The Spring Semester 2019 focused its investigation in the Spanish city of Valencia as a port city, where the Turia River meets the Mediterranean Sea. Despite being famous as a city for its floods and culture, the River Turia became a vital project in re-shaping the developments of the city, transforming an old water course into a green belt, becoming a cultural attraction known as the garden of the Turia. The green corridor connects the historical districts with the water front and future developments of the city marked by iconic destinations like the City of Arts and Science by Santiago Calatrava . The students focused their research and projects on resolving the sudden disconnection between the linear park to the port, and its pros and cons on understanding and navigation of the city.
Through collaboration and group work, the students looked at the existing conditions of the garden of Turia, the port and the in-between areas. The city was understood as layers of information. The students conceptualised and created their own design narratives of their projects. By analysing the city's complex infrastructure – both social and geographical – each student developed their own brief to target and reveal their specific design agendas.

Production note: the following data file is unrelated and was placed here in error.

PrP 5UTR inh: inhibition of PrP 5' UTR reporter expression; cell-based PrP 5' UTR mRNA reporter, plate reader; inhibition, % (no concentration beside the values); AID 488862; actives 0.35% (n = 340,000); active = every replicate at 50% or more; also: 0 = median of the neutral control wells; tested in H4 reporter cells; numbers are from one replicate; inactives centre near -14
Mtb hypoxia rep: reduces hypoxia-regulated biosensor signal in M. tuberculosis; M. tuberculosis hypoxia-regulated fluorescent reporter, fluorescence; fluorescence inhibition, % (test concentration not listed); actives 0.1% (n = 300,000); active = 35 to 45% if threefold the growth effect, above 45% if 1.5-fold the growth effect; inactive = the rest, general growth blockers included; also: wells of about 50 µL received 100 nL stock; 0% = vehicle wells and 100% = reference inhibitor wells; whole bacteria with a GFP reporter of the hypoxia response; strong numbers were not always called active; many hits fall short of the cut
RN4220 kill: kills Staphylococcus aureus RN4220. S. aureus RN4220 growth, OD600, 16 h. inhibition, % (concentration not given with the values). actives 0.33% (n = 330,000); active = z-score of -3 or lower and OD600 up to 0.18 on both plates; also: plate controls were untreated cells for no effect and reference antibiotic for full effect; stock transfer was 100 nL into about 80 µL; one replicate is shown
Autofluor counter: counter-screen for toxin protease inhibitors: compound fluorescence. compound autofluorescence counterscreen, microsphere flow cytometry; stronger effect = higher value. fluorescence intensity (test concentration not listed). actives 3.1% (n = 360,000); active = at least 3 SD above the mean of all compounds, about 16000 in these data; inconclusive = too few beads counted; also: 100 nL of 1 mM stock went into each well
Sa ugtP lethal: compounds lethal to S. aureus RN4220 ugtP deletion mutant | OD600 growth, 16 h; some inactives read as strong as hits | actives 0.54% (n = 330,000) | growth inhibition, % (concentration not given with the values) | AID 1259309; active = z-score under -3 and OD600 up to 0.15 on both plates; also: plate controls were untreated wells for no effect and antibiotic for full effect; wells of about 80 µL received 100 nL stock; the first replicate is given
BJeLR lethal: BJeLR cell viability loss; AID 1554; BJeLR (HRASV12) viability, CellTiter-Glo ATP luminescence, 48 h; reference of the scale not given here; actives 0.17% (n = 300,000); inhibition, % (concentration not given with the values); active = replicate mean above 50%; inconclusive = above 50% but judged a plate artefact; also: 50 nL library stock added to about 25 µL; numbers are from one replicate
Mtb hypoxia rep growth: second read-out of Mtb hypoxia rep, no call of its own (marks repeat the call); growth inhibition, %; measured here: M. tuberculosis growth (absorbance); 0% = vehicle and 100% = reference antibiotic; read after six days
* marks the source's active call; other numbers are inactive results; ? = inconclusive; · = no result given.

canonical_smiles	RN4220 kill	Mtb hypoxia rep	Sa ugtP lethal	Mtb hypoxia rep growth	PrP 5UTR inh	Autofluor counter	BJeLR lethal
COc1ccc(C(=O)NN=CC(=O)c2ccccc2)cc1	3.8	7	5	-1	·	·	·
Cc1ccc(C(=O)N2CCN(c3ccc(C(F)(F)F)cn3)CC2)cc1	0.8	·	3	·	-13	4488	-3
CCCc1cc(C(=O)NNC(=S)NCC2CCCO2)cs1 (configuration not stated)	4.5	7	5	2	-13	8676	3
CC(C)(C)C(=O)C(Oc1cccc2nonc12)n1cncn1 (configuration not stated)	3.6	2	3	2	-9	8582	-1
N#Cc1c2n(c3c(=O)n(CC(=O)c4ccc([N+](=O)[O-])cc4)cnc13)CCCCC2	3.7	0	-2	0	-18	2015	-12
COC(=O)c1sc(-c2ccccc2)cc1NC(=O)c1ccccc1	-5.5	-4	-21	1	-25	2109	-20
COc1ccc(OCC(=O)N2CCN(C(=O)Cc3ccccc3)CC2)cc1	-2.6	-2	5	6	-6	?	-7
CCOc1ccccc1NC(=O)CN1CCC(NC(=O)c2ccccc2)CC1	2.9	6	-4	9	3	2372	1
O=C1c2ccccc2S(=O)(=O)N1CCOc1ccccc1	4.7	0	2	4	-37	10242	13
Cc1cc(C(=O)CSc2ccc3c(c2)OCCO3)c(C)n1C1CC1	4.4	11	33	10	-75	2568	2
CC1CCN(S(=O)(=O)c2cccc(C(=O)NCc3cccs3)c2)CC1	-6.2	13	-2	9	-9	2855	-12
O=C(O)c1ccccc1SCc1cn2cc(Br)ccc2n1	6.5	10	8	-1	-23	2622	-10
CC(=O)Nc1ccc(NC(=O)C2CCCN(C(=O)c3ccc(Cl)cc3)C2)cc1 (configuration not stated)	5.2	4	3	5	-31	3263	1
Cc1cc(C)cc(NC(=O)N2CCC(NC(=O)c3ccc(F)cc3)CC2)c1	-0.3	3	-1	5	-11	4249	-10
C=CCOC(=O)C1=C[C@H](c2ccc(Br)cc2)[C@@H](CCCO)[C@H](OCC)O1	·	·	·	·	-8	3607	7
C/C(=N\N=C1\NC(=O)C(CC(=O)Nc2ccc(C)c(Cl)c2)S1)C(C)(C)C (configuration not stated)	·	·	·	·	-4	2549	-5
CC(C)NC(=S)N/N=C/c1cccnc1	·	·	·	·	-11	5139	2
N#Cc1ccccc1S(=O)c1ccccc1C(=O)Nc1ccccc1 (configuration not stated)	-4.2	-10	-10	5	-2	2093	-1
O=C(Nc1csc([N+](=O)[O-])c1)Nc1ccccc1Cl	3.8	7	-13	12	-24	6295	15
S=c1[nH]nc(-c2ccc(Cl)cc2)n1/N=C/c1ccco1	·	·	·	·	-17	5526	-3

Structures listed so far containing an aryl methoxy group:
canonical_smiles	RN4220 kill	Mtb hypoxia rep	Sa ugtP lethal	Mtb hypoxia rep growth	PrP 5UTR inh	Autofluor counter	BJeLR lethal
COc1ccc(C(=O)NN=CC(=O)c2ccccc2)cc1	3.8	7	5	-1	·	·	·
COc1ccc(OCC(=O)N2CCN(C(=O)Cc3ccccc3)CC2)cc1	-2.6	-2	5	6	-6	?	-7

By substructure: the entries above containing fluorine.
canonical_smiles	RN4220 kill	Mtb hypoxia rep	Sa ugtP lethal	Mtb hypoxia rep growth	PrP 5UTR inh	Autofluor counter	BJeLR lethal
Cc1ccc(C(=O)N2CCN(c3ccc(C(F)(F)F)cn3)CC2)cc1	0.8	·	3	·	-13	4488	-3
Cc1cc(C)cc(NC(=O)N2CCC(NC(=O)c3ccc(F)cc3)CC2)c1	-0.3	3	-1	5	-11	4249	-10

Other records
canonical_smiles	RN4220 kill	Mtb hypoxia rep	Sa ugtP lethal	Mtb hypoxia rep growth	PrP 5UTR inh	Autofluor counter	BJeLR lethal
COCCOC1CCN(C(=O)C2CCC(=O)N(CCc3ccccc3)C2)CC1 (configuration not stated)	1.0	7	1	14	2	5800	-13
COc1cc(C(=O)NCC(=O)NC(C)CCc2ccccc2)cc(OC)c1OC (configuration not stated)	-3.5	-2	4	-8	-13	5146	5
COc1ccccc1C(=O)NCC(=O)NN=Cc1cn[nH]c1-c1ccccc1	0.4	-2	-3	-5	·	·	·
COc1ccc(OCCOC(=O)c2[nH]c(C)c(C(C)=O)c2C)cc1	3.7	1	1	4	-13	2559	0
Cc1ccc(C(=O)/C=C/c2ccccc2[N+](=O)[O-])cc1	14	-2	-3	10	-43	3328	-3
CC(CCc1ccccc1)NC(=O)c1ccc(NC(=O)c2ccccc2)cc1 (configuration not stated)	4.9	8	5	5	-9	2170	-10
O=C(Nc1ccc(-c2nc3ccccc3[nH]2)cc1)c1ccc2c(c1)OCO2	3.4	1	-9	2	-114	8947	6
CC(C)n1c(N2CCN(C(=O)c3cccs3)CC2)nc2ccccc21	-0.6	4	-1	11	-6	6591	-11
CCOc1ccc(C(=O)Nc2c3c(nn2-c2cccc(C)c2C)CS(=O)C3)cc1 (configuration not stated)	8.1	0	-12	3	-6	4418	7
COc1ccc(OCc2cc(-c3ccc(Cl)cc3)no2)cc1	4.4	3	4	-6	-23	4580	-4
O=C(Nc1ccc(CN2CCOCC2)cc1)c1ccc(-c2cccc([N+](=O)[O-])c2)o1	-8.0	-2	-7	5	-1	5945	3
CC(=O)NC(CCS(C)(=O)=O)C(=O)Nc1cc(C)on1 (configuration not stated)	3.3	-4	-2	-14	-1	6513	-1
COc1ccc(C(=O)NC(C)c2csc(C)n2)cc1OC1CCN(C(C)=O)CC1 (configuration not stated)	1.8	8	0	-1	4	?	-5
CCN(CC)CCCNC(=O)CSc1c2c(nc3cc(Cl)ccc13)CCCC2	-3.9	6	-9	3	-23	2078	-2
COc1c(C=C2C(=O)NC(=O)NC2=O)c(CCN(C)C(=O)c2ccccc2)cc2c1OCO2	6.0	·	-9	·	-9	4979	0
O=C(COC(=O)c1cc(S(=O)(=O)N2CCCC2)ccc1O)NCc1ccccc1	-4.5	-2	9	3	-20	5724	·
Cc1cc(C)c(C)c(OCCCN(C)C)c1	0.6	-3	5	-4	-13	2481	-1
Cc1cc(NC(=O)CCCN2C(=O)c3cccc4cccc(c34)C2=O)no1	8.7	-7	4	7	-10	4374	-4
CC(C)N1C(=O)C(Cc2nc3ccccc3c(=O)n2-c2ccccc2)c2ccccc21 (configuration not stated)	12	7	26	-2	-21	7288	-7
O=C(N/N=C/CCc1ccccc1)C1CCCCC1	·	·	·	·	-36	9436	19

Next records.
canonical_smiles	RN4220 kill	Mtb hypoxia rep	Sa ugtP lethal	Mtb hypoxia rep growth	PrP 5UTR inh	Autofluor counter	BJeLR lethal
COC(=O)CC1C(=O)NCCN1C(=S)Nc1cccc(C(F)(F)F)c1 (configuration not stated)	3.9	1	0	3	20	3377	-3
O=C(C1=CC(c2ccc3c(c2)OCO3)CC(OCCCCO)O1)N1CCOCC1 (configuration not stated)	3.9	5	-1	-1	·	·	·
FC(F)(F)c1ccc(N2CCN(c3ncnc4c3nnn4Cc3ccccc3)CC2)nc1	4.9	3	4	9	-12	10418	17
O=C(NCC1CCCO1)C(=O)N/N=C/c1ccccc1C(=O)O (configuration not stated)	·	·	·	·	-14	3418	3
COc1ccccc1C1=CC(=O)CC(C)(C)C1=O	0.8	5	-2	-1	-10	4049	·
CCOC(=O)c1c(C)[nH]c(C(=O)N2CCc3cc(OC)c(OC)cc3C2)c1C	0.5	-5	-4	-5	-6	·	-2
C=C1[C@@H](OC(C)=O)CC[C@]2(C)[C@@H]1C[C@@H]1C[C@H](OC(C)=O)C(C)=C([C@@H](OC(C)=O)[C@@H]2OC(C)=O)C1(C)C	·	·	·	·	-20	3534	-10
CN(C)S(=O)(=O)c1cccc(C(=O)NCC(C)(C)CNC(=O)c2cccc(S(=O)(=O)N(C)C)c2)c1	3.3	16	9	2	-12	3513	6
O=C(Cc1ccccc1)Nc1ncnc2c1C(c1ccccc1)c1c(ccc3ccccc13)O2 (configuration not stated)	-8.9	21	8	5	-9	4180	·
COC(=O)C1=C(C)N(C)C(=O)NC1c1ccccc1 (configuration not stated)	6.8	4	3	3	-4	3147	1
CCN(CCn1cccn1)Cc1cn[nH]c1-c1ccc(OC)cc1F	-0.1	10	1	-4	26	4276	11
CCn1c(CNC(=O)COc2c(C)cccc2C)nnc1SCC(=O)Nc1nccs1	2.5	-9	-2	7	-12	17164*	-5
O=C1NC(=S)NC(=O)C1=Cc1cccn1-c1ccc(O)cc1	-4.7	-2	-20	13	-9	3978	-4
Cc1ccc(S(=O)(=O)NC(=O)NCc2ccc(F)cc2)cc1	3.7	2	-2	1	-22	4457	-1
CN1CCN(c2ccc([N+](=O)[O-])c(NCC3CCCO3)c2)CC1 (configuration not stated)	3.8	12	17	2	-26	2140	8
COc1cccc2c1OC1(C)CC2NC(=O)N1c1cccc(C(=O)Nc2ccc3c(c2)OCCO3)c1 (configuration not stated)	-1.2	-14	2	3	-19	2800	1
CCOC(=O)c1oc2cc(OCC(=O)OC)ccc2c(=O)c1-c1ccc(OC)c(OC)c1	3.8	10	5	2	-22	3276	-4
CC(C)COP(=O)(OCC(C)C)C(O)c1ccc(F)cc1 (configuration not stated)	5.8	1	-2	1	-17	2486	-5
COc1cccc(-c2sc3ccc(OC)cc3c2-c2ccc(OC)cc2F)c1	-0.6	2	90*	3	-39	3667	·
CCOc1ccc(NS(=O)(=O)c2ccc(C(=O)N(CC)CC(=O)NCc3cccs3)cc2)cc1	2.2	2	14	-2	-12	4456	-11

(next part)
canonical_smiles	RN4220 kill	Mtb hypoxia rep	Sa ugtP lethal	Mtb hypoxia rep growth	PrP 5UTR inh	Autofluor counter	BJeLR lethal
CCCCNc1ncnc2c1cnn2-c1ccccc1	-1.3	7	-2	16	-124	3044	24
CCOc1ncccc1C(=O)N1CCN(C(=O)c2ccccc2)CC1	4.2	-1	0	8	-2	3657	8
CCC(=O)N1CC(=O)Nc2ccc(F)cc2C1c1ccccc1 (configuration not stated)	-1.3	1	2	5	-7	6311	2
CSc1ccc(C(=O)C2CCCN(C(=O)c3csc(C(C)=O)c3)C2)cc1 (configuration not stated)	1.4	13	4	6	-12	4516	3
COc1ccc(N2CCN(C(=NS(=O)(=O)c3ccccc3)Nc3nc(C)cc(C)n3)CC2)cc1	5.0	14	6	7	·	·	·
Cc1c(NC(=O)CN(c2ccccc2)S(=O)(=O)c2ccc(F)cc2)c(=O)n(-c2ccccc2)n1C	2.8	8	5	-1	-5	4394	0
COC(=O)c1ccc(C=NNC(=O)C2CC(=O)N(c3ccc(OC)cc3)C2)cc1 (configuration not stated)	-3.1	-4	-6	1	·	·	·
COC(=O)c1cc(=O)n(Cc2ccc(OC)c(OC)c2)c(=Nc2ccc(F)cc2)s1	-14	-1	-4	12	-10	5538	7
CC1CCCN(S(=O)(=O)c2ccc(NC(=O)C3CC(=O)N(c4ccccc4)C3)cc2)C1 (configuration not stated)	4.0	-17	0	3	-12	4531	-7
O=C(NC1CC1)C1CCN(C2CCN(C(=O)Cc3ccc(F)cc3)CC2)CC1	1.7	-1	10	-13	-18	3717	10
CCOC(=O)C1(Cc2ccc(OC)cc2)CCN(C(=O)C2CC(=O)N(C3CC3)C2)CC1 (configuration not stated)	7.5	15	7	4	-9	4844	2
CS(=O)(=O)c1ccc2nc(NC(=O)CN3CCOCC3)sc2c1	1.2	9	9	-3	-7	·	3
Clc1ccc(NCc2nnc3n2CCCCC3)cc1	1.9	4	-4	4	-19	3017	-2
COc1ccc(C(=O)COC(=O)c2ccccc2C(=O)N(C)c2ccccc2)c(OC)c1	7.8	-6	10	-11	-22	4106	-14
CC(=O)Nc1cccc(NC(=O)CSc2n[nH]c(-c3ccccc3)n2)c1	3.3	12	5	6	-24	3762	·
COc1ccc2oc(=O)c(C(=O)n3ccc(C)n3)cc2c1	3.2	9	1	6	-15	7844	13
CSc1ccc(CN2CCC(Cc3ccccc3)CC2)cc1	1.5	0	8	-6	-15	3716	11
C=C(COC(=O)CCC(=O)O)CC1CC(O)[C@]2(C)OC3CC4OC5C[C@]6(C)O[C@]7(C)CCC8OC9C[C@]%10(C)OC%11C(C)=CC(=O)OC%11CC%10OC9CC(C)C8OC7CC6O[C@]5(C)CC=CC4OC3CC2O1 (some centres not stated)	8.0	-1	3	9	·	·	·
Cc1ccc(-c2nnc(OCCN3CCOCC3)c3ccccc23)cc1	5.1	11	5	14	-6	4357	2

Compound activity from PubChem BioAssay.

Design proposals were multi-scalar in scope, enabling architectural propositions to respond to a larger narrative relating to the aesthetic, programmatic and socio-economic capacities of the city and its infrastructure. Students were expected to explore their own aesthetic style as an outcome of the process, and engage with the ongoing dialogue between two- and three-dimensional representation, revealing unpredictable qualities that inspire their design narratives.
Noel Zhikun Zheng
Marie-Isabel de Monseignat-Lavrov